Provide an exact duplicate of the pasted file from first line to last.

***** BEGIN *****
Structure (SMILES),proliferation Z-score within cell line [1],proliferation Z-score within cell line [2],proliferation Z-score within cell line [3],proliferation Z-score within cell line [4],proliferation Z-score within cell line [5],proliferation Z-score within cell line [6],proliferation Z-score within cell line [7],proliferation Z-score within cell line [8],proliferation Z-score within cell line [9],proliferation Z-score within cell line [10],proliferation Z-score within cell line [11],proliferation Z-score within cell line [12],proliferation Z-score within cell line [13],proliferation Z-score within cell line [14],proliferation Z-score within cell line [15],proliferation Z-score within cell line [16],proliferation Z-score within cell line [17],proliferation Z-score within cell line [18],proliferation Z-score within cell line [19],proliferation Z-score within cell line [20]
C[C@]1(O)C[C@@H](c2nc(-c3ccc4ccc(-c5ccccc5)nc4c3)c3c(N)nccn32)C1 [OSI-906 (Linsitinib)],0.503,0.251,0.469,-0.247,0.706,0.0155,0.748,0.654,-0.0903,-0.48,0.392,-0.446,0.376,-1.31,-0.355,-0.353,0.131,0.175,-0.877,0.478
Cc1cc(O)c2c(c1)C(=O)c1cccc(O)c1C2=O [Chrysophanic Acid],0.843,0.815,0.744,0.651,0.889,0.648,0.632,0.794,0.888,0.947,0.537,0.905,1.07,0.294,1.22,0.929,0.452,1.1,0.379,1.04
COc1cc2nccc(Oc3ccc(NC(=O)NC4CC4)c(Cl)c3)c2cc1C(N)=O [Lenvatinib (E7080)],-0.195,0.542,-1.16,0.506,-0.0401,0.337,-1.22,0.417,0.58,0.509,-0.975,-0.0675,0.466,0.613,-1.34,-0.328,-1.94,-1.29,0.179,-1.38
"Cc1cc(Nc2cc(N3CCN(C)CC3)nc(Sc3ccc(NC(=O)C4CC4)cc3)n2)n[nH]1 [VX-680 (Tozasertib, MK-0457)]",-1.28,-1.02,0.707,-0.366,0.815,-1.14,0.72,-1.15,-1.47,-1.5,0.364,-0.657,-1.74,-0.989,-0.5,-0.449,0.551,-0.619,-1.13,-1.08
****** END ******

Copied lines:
Structure (SMILES),proliferation Z-score within cell line [1],proliferation Z-score within cell line [2],proliferation Z-score within cell line [3],proliferation Z-score within cell line [4],proliferation Z-score within cell line [5],proliferation Z-score within cell line [6],proliferation Z-score within cell line [7],proliferation Z-score within cell line [8],proliferation Z-score within cell line [9],proliferation Z-score within cell line [10],proliferation Z-score within cell line [11],proliferation Z-score within cell line [12],proliferation Z-score within cell line [13],proliferation Z-score within cell line [14],proliferation Z-score within cell line [15],proliferation Z-score within cell line [16],proliferation Z-score within cell line [17],proliferation Z-score within cell line [18],proliferation Z-score within cell line [19],proliferation Z-score within cell line [20]
C[C@]1(O)C[C@@H](c2nc(-c3ccc4ccc(-c5ccccc5)nc4c3)c3c(N)nccn32)C1 [OSI-906 (Linsitinib)],0.503,0.251,0.469,-0.247,0.706,0.0155,0.748,0.654,-0.0903,-0.48,0.392,-0.446,0.376,-1.31,-0.355,-0.353,0.131,0.175,-0.877,0.478
Cc1cc(O)c2c(c1)C(=O)c1cccc(O)c1C2=O [Chrysophanic Acid],0.843,0.815,0.744,0.651,0.889,0.648,0.632,0.794,0.888,0.947,0.537,0.905,1.07,0.294,1.22,0.929,0.452,1.1,0.379,1.04
COc1cc2nccc(Oc3ccc(NC(=O)NC4CC4)c(Cl)c3)c2cc1C(N)=O [Lenvatinib (E7080)],-0.195,0.542,-1.16,0.506,-0.0401,0.337,-1.22,0.417,0.58,0.509,-0.975,-0.0675,0.466,0.613,-1.34,-0.328,-1.94,-1.29,0.179,-1.38
"Cc1cc(Nc2cc(N3CCN(C)CC3)nc(Sc3ccc(NC(=O)C4CC4)cc3)n2)n[nH]1 [VX-680 (Tozasertib, MK-0457)]",-1.28,-1.02,0.707,-0.366,0.815,-1.14,0.72,-1.15,-1.47,-1.5,0.364,-0.657,-1.74,-0.989,-0.5,-0.449,0.551,-0.619,-1.13,-1.08